George Bryant Harbaugh was the eighth child and sixth son of George Frederick and Margaret E. “Maggie” Long Harbaugh. Born on 5 April 1894 in St. Joseph County, Indiana, his father was a teacher/principal and farmer while his mother was a homemaker. Unlike George Bryant’s father who had completed high school, he likely commenced his education in the 8th grade. His early years found him surrounded by a large family that included his great Aunt Mary Ann Eyster Johnson and Great Uncle William Johnson, maternal Grandmother Betsy, paternal Grandfather Pap,and numerous aunts, uncles, and older cousins. In childhood, George Bryant accompanied his father and siblings on fishing trips; the family owned a bicycle by 1897. George Bryant’s older brother, Grover, was an avid ornithologist and the family also had pet cats. Living on a farm, George Bryant was surrounded by cows, chickens, sheep, pigs, and horses. By 1910, George Bryant was employed as a farm laborer on his family’s farm. The family had made frequent trips to Chicago, Cook, Illinois so it is not surprising that George Bryant found work there beginning on 1 May 1917 as a watchman on the Elgin, Joliet, and Eastern Railroad. His monthly salary was $96.00 with additional income for dinner, supper, and rail car fares incurred on the job. His route took him as far west as Joliet, Illinois and as far east as Gary, Lake, Indiana. With the onset of WWI, George Bryant filed for a draft exemption in Miller, Lake, Indiana based on his occupation but it was not granted. In June 1917 he was listed as a single, tall, slender Caucasian with gray eyes and dark hair. George Bryant made the news on 28 July 1917 when, in the course of his duties, he was involved in a shootout with an employee at Gary’s American Sheet and Tin Plate Company who was brandishing a gun and threatening employees. George Bryant shot the man, Peter Pavelich, in the abdomen; he later died at Mercy Hospital in Gary. It is not known where George Bryant met his sweetheart, Elsie Wilhelmina Johnson, who lived in Miller, Lake, Indiana but the couple was discussing marriage when George Bryant enlisted on 30 March 1918 in Crown Point, Lake, Indiana. He arrived at Camp Taylor, Kentucky the following day. He was disappointed as he had hoped he would be sent to Fort Benjamin Harrison in Indianapolis, closer to Elsie, instead. At the time, George Bryant believed the war would be won and he would return home by fall stating “If Kaiser Bill could see what resources the U.S. has back of her I think he would say enough.” Instead, he boarded a train on 28 April 1918 for Camp Upton, New York. During a stop in Columbus,Bartholomew, Indiana, he sent Elsie a postcard to update her on his travels. The train trip took him through the hills of Pennsylvania and only 67 miles from his father’s birthplace in Waynesboro, Franklin, Pennsylvania. Arriving at Camp Upton he learned he was supposed to have been sent to Camp Mills so after being dropped off at Union Depot in New York CIty, marching 12 blocks through New York to a ferry, he crossed the Hudson River by ferry boat, and took the NYC & H River Ry to Camp Merritt. Why he did not go the Camp Mills is unknown. On 6 May he set sail for Europe with the D Company, 112th Infantry. Ironically, that regiment began in the Civil War and included the 13th, 15th and 17th Pennyslvania Regiments that had once served at Gettysburg, The current members were composed of Pennsylvanians from the area in which his ancestors had resided for generations. George Bryant arrived “somewhere in Europe” on 15 May 1918; he was in Calais, France the following day. He was first injured by gas in the battle to capture Vaux at Chateau-Thierry. The fighting had been fierce and he reported that less than 100 men out of the company of 250 survived. Next George Bryant battled the Dutch; he wrote to Elsie, “Well, Dear, I think we have learned them that the Yanks aren’t here merely to look on, but we are here to settle the fuss…” George Bryant was injured again in the Argonne Forest and was assigned to Base Hospital 56 by 1 October. He had survived the Meuse-Argonne Offensive. George Bryant experienced Armistice Day in a hospital bed; he reported that “At 4 P.M raise H-l…I was in bed yet then but we sure yelled…Bells all over France rang and everybody was happy, believe me.” He went on boast “it was a So. Bend boy who fired the first shot fired by U.S. troops over a year ago in Alsace Lorraine.” “This war is won ‘Thanks to the Yanks.'” George Bryant was released from the hospital on 15 December and sent to a convalescent camp in Allery, France. He was looking forward to returning home; he had been offered his old job back at E. J. & E. He was hopeful that Elsie and he would wed by June. Unfortunately, he developed acute bronchitis and bronco pneumonia so he was hospitalized at Camp Hospital 52. He lost 30 pounds and was so ill, the Red Cross brought his brother, Grover, to visit him. It was then that he learned that the 1918 Flu Epidemic had impacted his family at home in Indiana. George Bryant returned to the U.S. on 22 May 1919 via the US Transport Manchuria. He was assigned to Camp Merritt, New Jersey, then to Camp Sherman, Ohio. He was discharged on 14 June 1919. For his combat injuries, George Bryant was awarded a Purple Heart. George Bryant returned to Miller, Lake, Indiana and back to his old job at E. J. & E. Unfortunately, a labor strike occurred at U.S. Steel that halted work. It was during that turbulent time, on 16 October 1919, that George Bryant wed Elsie Wilhelmina Johnson in Lake County, Indiana, with Edward Stark officiating. After the strike, George Bryant was hired as a policeman at the steel mills. The couple purchased a home on Michigan Avenue in the Miller section of Gary, next door to Elsie’s widowed mother and her sister, Helen. Elsie’s sister, Ruth, lived five homes away with her husband, Bert Thompson. George Bryant and Elsie purchased a Sears & Roebuck model home, the Westly, via the dry goods catalogue for $2,614.00. It was delivered by railroad and the two story home was assembled by George Bryant. In 1925,the family moved in. Three children were born during the next six years, all were baptized at Augustana Lutheran Church. George Bryant decided to change occupations and became a fireman, perhaps the steel strike had made him seek more stable employment. During the Great Depression, George Bryant continued to be employed as a chauffeur with the Gary Fire Department. In his free time, George Bryant dabbled as an entrepreneur; he designed and marketed a crystal radio beginning in the Winter of 1925. He charged $6.00 for the radio that did not come in a cabinet or .25 for a blueprint. Purchasers reported that they could get a signal 360 miles from their home. Even though it was Prohibition, one satisfied customer promised to send a “nice quart of wine.” George Bryant again made the front page of the local newspaper in April 1937 when he was injured while fighting a fire on Miller Avenue and Howard Street in Gary. About this time he was promoted to Lieutenant. Luckily for the family, the firehouse was a half block from their home. George Bryant’s eldest son, George Willard, was drafted into WW2. After his own war time experience, it must have been difficult for him as a father to bear. Like his father, George Willard was injured, taken as a POW, and returned home earning a Purple Heart. After WW2, George Bryant transferred from fire fighter to being a fire protection agent. He also began working as a fireman at the Kingsbury Ordnance Plant in LaPorte, LaPorte, Indiana. On 13 December 1954, at 1:15 PM he accidentally fell from a ladder while at work. He was transported to Holy Family Hospital in LaPorte. He developed pneumonia and a pulmonary embolism. After 16 days of treatment, George Bryant died. It was the third time in his life that he had made the front page news. He is buried in Ridgelawn Cemetery in the Glen Park section of Gary, Lake, Indiana.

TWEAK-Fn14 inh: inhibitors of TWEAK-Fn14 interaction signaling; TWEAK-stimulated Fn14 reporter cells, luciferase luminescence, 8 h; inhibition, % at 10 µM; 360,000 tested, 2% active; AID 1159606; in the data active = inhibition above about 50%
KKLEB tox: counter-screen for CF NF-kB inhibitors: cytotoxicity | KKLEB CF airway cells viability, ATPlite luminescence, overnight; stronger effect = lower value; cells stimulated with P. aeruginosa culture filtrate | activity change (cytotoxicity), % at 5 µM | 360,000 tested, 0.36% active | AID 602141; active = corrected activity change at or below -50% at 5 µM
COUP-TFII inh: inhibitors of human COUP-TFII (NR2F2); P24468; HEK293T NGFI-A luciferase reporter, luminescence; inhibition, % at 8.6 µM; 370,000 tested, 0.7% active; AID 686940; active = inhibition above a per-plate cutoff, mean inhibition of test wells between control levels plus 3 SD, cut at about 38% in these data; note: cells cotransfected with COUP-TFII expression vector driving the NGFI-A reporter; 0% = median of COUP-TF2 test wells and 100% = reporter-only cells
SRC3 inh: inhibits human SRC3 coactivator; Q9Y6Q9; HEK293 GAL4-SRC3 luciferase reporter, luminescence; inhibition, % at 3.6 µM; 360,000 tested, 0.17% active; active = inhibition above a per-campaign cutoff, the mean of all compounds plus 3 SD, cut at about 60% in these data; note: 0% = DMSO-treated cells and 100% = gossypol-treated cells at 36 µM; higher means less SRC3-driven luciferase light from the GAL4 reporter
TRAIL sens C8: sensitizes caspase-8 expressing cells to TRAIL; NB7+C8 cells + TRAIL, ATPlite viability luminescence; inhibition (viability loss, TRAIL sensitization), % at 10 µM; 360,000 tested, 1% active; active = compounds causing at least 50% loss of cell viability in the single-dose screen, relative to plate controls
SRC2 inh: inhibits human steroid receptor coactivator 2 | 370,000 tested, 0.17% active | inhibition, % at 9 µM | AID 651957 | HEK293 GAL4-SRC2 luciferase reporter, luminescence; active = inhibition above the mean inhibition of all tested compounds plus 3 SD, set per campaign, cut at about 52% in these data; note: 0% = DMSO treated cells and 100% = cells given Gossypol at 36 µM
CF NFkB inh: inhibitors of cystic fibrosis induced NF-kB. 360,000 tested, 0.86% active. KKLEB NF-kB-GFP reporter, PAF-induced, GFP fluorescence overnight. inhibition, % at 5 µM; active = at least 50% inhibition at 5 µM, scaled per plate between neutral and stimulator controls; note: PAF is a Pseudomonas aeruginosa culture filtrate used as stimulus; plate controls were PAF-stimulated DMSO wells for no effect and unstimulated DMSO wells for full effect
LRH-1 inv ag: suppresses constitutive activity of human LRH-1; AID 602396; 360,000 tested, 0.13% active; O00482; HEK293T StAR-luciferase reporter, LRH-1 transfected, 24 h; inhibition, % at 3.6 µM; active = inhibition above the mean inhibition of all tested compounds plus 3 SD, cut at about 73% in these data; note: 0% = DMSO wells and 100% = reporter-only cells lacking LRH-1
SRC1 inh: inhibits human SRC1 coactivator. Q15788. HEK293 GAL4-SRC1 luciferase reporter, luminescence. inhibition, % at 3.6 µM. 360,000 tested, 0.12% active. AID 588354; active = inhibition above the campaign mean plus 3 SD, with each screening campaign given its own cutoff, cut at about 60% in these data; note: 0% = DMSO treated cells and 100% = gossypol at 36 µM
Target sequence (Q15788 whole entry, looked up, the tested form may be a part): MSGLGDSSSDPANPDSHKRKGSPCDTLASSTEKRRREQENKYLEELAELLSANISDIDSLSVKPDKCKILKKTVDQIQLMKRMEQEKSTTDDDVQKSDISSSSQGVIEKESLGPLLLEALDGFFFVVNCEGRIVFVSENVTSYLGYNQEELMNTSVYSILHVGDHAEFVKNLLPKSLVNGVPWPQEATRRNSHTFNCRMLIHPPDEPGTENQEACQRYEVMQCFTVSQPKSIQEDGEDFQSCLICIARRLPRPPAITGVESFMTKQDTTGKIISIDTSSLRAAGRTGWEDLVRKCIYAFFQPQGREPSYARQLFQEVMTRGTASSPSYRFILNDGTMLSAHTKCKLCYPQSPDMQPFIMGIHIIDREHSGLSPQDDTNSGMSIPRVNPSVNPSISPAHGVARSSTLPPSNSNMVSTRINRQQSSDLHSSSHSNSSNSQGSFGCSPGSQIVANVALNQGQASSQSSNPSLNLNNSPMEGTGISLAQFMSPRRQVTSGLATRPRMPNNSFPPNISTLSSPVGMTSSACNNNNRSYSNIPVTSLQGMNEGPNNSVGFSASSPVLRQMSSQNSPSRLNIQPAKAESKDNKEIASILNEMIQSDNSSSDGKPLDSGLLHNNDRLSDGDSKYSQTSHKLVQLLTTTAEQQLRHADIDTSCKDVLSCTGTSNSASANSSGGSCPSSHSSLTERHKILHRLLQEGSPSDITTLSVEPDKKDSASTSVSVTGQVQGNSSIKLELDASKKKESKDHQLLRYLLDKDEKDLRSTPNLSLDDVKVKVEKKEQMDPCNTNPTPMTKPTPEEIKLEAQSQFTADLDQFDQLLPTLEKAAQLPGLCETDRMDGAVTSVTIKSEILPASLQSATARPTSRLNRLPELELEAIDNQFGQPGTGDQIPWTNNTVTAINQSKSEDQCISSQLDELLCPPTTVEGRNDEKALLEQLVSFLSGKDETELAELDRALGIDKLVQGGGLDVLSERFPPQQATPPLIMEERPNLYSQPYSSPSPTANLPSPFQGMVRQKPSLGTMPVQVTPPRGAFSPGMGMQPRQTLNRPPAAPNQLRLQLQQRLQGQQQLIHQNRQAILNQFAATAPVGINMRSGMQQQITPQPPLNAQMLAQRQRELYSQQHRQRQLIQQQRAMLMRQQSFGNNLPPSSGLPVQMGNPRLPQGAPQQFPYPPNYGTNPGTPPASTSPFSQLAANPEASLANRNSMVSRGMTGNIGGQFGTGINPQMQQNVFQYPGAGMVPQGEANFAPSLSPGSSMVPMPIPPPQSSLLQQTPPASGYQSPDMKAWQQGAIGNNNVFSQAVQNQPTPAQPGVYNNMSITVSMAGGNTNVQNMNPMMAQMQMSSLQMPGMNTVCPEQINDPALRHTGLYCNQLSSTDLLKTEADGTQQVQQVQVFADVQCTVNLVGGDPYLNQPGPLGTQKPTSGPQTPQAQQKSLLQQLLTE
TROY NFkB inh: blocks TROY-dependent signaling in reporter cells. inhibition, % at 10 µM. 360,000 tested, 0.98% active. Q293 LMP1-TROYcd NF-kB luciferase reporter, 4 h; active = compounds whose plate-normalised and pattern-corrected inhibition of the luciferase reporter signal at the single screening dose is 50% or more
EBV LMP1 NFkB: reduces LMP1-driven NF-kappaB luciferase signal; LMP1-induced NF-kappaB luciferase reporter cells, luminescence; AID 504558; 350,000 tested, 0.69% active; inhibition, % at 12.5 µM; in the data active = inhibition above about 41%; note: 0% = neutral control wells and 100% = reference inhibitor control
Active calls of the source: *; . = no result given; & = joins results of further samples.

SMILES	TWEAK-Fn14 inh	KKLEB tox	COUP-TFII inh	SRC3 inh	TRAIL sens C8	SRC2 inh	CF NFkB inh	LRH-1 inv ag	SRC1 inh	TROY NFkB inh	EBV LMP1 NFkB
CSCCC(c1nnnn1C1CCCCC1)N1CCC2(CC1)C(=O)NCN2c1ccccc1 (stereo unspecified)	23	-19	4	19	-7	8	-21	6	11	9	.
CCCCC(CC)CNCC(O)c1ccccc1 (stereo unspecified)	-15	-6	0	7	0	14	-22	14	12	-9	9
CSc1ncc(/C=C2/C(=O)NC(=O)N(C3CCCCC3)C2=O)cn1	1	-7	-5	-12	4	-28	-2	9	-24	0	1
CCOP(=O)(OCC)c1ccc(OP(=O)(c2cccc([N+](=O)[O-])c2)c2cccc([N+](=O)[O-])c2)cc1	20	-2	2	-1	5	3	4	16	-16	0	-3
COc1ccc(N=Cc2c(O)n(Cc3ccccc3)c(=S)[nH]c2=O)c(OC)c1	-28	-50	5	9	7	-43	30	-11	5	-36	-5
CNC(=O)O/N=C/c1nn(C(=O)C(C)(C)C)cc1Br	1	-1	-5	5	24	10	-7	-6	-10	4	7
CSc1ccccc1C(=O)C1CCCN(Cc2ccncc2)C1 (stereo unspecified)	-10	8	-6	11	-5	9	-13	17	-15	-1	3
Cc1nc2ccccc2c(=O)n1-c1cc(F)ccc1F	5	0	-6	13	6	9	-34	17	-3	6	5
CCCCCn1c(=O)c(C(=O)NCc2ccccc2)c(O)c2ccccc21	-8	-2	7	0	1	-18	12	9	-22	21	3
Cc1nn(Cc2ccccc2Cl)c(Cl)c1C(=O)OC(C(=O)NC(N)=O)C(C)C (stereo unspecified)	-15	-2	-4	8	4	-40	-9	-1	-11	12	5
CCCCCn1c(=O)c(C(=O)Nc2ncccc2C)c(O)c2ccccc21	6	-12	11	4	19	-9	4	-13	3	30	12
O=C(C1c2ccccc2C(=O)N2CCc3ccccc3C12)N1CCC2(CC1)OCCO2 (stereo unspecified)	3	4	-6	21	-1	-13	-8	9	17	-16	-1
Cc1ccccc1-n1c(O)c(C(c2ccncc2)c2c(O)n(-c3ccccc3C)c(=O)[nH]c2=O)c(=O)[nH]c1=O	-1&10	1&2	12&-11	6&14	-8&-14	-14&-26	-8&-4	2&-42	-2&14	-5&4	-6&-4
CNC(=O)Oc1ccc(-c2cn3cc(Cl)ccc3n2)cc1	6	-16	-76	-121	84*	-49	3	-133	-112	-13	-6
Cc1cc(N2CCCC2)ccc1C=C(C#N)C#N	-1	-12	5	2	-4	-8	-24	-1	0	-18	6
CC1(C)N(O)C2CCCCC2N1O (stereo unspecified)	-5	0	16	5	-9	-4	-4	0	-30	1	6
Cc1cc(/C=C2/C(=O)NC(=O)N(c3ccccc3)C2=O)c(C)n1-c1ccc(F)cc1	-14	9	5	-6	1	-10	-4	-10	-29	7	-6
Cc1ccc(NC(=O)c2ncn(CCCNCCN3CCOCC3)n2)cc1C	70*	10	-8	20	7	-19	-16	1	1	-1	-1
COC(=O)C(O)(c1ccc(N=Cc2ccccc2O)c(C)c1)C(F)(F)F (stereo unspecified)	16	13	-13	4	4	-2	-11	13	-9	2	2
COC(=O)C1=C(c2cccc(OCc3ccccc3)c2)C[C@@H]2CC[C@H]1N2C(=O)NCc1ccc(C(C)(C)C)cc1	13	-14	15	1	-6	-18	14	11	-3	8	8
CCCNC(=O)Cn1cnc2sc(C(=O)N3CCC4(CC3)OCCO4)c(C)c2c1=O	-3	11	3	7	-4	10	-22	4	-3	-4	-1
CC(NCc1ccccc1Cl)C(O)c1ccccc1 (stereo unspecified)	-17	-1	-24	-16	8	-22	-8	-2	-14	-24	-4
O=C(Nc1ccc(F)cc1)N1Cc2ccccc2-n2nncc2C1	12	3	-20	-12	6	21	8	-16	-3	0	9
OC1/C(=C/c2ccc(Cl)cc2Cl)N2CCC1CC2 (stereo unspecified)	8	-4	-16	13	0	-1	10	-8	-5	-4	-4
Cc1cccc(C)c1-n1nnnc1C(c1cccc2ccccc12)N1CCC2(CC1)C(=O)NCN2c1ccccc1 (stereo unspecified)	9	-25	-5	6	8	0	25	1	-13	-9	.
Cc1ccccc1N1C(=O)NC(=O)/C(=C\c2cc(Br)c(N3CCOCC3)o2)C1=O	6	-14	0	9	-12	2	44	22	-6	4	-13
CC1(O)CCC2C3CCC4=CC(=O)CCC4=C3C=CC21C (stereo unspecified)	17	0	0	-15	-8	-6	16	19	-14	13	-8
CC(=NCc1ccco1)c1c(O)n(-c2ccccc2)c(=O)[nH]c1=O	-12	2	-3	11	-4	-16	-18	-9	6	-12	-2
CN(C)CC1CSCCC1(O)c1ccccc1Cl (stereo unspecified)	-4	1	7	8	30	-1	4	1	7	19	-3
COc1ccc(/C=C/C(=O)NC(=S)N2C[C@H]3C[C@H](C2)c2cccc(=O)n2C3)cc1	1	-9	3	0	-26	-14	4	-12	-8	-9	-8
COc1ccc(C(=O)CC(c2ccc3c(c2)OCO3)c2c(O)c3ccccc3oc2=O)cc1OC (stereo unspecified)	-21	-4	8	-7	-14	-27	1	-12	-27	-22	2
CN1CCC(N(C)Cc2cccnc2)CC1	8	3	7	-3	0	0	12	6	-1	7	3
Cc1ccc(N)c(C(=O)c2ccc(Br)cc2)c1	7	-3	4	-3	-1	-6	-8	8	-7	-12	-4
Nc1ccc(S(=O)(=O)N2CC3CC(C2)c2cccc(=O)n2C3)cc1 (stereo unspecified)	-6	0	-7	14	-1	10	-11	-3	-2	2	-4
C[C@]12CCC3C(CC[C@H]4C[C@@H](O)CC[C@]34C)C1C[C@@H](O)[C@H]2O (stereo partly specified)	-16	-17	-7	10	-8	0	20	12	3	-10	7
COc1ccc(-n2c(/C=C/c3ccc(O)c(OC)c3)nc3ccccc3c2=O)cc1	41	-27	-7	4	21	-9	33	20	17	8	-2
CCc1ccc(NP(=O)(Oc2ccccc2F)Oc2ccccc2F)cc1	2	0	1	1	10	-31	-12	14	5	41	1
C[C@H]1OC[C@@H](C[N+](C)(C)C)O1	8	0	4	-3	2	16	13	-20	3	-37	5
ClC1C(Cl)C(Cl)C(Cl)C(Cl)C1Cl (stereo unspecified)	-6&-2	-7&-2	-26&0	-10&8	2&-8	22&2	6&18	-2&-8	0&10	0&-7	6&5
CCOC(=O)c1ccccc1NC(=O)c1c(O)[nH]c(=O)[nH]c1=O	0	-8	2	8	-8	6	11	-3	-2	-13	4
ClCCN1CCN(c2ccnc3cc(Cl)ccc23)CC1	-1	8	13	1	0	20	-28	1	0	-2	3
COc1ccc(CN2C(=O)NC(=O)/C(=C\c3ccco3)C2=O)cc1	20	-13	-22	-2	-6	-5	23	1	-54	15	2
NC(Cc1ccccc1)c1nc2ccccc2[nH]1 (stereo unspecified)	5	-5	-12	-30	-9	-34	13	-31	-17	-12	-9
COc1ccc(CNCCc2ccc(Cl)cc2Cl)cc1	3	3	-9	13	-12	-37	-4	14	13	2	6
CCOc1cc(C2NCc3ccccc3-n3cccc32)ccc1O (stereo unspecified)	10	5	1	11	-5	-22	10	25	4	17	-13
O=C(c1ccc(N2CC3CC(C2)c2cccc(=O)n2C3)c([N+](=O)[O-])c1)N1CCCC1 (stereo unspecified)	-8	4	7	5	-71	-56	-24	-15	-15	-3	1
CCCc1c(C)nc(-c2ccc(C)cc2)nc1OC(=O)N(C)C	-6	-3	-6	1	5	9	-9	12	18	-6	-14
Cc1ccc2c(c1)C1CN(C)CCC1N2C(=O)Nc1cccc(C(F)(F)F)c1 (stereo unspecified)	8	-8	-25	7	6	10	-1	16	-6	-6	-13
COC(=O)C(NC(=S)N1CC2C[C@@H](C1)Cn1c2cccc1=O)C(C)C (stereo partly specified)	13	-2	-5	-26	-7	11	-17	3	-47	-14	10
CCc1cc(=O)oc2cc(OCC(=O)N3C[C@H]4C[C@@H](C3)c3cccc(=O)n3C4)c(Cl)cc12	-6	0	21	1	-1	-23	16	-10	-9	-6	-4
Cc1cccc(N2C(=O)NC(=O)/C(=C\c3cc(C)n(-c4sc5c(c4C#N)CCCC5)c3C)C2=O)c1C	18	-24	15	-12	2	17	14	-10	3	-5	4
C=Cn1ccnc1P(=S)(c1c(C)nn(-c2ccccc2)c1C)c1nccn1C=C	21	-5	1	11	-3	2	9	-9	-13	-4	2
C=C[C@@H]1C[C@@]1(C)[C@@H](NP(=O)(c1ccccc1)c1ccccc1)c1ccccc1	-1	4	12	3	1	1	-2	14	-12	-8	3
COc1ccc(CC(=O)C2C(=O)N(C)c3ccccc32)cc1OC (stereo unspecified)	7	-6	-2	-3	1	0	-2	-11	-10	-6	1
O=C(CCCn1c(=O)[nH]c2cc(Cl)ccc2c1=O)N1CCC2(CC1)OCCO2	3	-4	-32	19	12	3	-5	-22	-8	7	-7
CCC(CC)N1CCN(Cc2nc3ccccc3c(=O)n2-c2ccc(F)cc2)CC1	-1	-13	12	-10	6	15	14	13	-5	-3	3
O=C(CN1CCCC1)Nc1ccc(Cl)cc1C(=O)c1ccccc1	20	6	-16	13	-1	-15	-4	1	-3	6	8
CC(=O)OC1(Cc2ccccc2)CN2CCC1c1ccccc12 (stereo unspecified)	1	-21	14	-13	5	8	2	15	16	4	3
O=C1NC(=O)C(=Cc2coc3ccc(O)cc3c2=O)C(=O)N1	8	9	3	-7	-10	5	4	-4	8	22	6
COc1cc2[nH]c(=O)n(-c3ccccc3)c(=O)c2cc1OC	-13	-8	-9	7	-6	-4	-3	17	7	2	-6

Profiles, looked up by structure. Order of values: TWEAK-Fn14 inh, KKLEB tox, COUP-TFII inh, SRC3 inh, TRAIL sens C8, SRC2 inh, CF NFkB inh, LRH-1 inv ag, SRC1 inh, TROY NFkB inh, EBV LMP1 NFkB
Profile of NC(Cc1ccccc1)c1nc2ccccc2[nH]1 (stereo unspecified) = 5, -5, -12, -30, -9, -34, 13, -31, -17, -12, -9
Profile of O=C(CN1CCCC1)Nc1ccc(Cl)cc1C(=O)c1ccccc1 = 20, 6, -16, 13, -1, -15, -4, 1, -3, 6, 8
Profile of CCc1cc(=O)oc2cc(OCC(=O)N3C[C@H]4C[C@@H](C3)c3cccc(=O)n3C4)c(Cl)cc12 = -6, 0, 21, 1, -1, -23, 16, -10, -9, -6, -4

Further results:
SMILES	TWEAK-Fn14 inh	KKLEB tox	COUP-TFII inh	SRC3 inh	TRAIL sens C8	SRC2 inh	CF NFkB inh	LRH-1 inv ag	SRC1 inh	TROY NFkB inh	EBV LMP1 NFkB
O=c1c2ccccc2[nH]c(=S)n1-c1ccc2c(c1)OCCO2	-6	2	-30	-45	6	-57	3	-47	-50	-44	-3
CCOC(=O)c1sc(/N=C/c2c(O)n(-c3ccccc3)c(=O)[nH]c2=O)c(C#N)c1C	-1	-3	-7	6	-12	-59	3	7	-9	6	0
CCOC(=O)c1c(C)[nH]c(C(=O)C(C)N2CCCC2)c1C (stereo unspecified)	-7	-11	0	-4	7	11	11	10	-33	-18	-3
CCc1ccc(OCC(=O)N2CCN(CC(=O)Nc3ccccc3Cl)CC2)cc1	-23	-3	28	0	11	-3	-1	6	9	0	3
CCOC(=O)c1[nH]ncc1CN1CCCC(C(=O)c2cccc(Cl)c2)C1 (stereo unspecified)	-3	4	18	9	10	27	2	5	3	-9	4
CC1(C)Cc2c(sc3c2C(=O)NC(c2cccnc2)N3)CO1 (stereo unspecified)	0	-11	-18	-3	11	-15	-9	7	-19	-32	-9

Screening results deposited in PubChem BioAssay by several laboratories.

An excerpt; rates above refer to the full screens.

For further information on George Bryant and the Harbaugh family: